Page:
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Department of Philosophy|College of Arts & Sciences

Contact Us

Department of Philosophy
Department Head:
Franz-Peter Griesmaier
Office Associate:
Clayleen Rivord
Ross Hall, Room 122
Dept. 3392
1000 E. University Ave
Laramie, WY 82071
Phone: 307-766-3204
Fax: 307-766-2096
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Colloquium Series

The Department of Philosophy at the University of Wyoming provides a series of speakers throughout the semester on a variety of topics. Speakers and dates are available of upcoming events as well as past events.

Fall 2015 - Spring 2016

Monday-Tuesday, November 16 & 17, 2015 - Veritas Forum

Dr. Sam Newlands, Associate Professor of Philosophy at Notre Dame University, will be presenting as part of the Veritas Forum. 

  • Monday, November 16 at 4:10 p.m. in the Classroom Building Room 142, Dr. Newlands will present, "Spinoza, Leibniz, and the Metaphysics of Perfection."
    • Abstract: Spinoza seems to reject appeals to perfection in metaphysics, on the grounds that perfection, like good and evil, are too mind-dependent to do any serious explanatory work. However, Spinoza himself invokes perfection throughout his own metaphysics, raising questions of consistency. After resolving this tension, I argue that Spinoza uses his purely metaphysical account of perfection to reach startling ontological conclusions. I then turn to two advocates of similar accounts of metaphysical perfection, hailing from very different eras: the young Leibniz and Jonathan Schaffer. Lastly, I question whether Leibniz can maintain his starkest account of metaphysical perfection and avoid substance monism.
  • Tuesday, November 17 at 7:00 p.m. in the A&S Auditorium will be a public lecture by Dr. Newlands and Dr. Susanna Goodin (UW), "Reckoning with Evil; God, Hope, and Philosophy." 
  • Thursday, November 19 there will be a follow up dinner and discussion hosted by the Philosophy Club at 6:00 p.m. in CR 118

Friday, November 20, 2015

Dr. David Shoemaker, Associate Professor of Philosophy at Tulane University, will present "Empathy, Psychopathy, and Responsibility" on Friday, November 20, 2015 at 4:10 p.m. in the Classroom Building, Room 118.

  • Abstract: A promising strategy for figuring out what makes paradigm agents morally responsible is looking at “marginal agents,” people who seem to have one foot in and one foot out of the moral responsibility community, in order to see what’s missing in them that is necessary for paradigm moral agency. The go-to marginal agent for many moral theorists interested in this strategy has been psychopaths. For those thinking they are not morally responsible, it has been thought to be in virtue of their incapacity for (or mitigated) empathy. Consequently, empathy is thought to be one necessary condition for paradigm moral responsibility.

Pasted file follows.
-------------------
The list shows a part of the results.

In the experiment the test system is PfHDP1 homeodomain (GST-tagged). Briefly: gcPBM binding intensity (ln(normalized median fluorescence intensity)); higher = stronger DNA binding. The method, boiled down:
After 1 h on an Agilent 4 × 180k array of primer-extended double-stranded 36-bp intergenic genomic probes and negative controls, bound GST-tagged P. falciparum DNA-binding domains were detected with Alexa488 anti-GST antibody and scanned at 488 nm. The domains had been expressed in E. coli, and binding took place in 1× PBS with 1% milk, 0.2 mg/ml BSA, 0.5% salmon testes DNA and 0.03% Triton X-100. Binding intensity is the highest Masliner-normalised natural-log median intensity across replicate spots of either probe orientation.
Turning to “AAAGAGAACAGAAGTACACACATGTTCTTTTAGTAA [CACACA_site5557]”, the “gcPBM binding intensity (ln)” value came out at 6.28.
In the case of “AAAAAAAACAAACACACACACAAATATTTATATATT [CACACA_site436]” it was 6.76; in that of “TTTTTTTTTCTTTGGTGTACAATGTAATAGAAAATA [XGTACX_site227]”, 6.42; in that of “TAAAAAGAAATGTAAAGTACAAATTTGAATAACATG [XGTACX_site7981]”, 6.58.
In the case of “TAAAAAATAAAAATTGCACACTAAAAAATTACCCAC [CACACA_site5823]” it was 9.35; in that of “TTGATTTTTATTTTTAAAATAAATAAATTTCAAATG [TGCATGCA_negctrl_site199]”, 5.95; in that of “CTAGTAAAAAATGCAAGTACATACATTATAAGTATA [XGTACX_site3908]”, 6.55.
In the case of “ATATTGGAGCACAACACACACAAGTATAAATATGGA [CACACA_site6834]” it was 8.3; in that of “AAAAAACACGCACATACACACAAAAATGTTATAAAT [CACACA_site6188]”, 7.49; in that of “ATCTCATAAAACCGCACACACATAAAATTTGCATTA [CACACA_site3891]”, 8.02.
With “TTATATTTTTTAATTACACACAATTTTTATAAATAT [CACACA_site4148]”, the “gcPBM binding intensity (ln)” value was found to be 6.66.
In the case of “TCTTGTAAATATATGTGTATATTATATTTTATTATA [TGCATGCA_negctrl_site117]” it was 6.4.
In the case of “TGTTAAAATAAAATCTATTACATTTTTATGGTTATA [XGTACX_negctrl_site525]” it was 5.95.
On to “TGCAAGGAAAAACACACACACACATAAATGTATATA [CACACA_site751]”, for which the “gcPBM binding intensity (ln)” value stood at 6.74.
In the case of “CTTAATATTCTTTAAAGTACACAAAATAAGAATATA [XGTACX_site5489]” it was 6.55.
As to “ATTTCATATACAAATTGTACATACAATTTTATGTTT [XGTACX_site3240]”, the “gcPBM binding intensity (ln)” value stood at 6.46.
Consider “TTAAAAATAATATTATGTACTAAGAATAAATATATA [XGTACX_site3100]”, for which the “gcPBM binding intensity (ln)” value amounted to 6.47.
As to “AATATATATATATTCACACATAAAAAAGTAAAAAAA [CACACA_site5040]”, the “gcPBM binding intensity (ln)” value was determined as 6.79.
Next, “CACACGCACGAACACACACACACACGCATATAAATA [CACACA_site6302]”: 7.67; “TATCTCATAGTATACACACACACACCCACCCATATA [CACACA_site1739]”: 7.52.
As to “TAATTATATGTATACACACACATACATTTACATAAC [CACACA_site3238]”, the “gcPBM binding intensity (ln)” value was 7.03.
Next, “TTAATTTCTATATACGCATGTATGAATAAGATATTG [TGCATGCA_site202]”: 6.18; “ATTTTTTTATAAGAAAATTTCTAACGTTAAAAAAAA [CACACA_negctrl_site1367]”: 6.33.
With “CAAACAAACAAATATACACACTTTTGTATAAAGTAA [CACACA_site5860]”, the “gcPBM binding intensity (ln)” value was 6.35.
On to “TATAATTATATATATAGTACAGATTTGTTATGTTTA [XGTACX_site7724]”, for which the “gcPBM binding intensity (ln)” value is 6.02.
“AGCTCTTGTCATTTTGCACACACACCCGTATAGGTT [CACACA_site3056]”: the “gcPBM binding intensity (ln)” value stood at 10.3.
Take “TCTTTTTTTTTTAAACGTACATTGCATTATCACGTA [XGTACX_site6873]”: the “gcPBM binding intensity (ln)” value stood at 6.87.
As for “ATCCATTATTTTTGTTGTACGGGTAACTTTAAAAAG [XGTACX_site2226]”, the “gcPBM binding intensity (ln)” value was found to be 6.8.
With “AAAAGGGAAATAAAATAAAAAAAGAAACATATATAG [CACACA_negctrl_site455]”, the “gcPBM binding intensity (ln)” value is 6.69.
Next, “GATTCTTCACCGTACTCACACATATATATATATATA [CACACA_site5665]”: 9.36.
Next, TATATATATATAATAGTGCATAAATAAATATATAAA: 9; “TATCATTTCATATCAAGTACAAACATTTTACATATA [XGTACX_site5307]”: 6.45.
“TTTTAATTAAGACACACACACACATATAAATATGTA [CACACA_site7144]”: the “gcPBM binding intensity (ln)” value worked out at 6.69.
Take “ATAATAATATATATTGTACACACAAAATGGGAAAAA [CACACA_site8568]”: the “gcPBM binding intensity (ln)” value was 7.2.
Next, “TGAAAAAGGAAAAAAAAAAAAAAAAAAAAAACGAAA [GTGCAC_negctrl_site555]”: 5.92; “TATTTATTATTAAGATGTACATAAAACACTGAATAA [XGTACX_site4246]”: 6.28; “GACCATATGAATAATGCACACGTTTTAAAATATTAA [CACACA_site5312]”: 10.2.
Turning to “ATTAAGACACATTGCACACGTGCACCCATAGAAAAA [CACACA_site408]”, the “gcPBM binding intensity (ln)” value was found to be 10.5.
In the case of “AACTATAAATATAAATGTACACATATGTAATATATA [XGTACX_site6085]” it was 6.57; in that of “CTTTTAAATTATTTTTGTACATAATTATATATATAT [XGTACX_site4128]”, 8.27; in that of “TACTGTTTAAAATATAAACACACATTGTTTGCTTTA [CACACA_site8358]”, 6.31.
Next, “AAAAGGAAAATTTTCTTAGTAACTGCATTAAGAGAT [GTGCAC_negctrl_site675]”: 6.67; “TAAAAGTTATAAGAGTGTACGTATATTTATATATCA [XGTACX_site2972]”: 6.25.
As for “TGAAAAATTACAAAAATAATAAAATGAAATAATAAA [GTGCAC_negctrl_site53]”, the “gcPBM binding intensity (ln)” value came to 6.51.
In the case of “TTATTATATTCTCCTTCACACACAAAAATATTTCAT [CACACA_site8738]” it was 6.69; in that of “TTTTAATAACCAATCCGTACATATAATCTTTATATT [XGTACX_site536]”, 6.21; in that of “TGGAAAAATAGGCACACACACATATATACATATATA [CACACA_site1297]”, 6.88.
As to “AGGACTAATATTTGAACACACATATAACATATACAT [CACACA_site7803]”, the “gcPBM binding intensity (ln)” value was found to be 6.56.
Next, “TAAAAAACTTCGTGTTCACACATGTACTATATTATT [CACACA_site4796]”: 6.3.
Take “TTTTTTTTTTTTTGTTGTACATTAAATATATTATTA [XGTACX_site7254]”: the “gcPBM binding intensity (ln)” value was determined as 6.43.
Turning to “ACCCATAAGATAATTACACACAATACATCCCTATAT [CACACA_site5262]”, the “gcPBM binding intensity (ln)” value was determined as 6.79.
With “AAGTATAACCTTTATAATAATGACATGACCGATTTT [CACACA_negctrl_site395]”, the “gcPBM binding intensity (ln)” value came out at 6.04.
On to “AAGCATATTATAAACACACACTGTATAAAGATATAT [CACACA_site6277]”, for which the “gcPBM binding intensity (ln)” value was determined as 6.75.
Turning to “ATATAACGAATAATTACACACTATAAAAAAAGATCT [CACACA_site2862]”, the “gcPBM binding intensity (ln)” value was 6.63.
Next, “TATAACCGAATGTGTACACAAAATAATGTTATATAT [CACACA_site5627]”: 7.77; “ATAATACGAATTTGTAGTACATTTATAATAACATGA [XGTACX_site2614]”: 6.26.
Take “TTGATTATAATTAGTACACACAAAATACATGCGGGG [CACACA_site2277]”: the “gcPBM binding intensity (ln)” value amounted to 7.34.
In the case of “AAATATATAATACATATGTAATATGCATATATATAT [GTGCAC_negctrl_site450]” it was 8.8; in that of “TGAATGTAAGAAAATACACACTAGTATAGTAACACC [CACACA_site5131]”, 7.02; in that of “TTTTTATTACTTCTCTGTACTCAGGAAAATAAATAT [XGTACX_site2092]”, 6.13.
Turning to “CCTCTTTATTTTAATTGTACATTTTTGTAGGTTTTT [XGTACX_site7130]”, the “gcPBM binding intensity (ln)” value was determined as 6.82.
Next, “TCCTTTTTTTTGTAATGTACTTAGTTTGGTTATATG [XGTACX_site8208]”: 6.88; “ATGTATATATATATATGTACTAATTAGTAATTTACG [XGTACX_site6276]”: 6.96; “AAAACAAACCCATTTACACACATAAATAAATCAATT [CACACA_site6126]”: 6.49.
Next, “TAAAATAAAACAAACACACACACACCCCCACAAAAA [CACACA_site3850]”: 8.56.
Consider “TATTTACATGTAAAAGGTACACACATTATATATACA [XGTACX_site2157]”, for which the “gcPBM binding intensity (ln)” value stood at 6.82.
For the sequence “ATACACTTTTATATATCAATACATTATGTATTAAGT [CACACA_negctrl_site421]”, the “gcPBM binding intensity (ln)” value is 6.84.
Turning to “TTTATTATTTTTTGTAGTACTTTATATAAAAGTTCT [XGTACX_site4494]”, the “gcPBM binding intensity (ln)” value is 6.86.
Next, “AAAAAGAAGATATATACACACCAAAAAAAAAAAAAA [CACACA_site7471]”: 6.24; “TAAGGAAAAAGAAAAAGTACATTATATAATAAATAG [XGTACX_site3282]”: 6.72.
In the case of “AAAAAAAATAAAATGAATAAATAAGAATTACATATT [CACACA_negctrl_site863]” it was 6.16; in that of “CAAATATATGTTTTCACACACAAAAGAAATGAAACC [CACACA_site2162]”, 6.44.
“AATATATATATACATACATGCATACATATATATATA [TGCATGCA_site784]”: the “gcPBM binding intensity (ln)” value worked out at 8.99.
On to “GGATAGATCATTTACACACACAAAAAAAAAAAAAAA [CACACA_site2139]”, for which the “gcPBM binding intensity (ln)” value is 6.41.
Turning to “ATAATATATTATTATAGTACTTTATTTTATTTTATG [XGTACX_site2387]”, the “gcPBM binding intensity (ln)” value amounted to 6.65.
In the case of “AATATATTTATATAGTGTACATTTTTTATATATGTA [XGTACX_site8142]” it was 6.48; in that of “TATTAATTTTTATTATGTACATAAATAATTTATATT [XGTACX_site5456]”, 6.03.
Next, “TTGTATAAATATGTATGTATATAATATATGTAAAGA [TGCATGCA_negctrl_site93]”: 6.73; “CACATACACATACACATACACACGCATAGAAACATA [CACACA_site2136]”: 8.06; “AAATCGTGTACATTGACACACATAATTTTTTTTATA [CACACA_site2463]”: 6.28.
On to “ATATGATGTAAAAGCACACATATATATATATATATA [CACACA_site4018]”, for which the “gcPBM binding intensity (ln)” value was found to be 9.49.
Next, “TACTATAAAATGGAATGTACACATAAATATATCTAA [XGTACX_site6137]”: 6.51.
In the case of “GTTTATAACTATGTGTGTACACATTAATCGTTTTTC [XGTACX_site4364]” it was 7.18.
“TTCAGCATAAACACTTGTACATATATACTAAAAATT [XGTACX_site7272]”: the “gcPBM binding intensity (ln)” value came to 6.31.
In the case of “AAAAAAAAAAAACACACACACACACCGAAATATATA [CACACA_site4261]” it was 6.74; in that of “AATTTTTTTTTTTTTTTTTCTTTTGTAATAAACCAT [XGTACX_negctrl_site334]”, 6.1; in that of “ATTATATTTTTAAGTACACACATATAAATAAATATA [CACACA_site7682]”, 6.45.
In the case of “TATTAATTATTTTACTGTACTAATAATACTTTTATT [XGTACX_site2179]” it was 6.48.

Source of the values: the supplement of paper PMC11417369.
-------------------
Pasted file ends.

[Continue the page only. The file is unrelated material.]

However, there have been three major recent attacks on the thought that empathy is necessary for morality, namely, (a) we’re just too bad at it for it to be a condition for morality, (b) empathy is actually morally pernicious; and (c) the moral understanding allegedly delivered by empathy can be reached in numerous alternative ways. In this presentation, I will show how empathy really is essential for moral responsibility, and in so doing I will defend it from all three of these attacks. 

Friday, December 4, 2015

Dr. Adam Thompson, University of Nebraska-Lincoln and former UW Philosophy Graduate Student, will present "Blame and the Humean Theory of Motivation," on Friday, December 4, 2015 at 4:10 p.m. in the Classroom Building, Room 118.

  • Abstract: The paper primarily argues that employing the Humean Theory of Motivation (HTM) to account for the nature of blame is unmotivated (unless one already ascribes to HTM) and problematically distorts the target psychological phenomenon it aims to capture. I conclude by drawing attention to the fact that this result not only supports accounts of blame that employ an Anti-Humean Theory of Motivation, also gives us reason to adopt the Anti-Humean Theory of Motivationto account for the intimate connection between moral judgment and motivation more broadly independent of considerations about the nature of motivation.

Prior academic year events can be viewed in the "past events" link.

Be sure to check back for more information on future lectures.

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